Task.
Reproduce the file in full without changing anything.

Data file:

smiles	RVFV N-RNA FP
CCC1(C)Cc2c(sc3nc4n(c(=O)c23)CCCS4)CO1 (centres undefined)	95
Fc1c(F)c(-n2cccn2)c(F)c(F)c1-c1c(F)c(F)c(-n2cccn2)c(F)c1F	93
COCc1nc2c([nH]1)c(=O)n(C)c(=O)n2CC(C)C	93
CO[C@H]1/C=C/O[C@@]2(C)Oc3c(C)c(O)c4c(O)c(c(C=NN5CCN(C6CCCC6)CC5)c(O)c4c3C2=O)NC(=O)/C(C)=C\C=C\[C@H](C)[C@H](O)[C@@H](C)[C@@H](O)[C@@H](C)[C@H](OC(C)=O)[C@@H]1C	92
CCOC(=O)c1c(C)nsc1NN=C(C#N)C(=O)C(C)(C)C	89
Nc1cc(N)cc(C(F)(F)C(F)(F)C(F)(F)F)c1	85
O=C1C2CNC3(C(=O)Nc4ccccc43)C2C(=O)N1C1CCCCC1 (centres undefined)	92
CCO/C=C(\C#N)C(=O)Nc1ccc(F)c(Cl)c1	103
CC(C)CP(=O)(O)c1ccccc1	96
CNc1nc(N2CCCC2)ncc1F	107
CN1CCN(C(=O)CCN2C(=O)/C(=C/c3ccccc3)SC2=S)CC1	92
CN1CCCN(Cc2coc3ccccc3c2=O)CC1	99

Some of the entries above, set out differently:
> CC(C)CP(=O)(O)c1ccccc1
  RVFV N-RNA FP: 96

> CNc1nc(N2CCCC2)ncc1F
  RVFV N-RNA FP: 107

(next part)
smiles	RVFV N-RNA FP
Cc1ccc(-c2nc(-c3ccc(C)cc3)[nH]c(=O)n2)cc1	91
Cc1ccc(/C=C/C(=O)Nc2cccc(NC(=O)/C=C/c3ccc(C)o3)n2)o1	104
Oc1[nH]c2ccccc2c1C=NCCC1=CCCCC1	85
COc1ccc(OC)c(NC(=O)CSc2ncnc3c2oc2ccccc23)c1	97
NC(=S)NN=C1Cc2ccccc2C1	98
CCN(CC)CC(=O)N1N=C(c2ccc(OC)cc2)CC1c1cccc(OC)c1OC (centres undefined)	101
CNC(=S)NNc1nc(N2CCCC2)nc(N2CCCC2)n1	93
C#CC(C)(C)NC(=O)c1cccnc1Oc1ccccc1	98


smiles	RVFV N-RNA FP
CCC1(C)Cc2c(sc3nc4n(c(=O)c23)CCCS4)CO1 (centres undefined)	95
Fc1c(F)c(-n2cccn2)c(F)c(F)c1-c1c(F)c(F)c(-n2cccn2)c(F)c1F	93
COCc1nc2c([nH]1)c(=O)n(C)c(=O)n2CC(C)C	93
CO[C@H]1/C=C/O[C@@]2(C)Oc3c(C)c(O)c4c(O)c(c(C=NN5CCN(C6CCCC6)CC5)c(O)c4c3C2=O)NC(=O)/C(C)=C\C=C\[C@H](C)[C@H](O)[C@@H](C)[C@@H](O)[C@@H](C)[C@H](OC(C)=O)[C@@H]1C	92
CCOC(=O)c1c(C)nsc1NN=C(C#N)C(=O)C(C)(C)C	89
Nc1cc(N)cc(C(F)(F)C(F)(F)C(F)(F)F)c1	85
O=C1C2CNC3(C(=O)Nc4ccccc43)C2C(=O)N1C1CCCCC1 (centres undefined)	92
CCO/C=C(\C#N)C(=O)Nc1ccc(F)c(Cl)c1	103
CC(C)CP(=O)(O)c1ccccc1	96
CNc1nc(N2CCCC2)ncc1F	107
CN1CCN(C(=O)CCN2C(=O)/C(=C/c3ccccc3)SC2=S)CC1	92
CN1CCCN(Cc2coc3ccccc3c2=O)CC1	99

Some of the entries above, set out differently:
> CC(C)CP(=O)(O)c1ccccc1
  RVFV N-RNA FP: 96

> CNc1nc(N2CCCC2)ncc1F
  RVFV N-RNA FP: 107

(next part)
smiles	RVFV N-RNA FP
Cc1ccc(-c2nc(-c3ccc(C)cc3)[nH]c(=O)n2)cc1	91
Cc1ccc(/C=C/C(=O)Nc2cccc(NC(=O)/C=C/c3ccc(C)o3)n2)o1	104
Oc1[nH]c2ccccc2c1C=NCCC1=CCCCC1	85
COc1ccc(OC)c(NC(=O)CSc2ncnc3c2oc2ccccc23)c1	97
NC(=S)NN=C1Cc2ccccc2C1	98
CCN(CC)CC(=O)N1N=C(c2ccc(OC)cc2)CC1c1cccc(OC)c1OC (centres undefined)	101
CNC(=S)NNc1nc(N2CCCC2)nc(N2CCCC2)n1	93
C#CC(C)(C)NC(=O)c1cccnc1Oc1ccccc1	98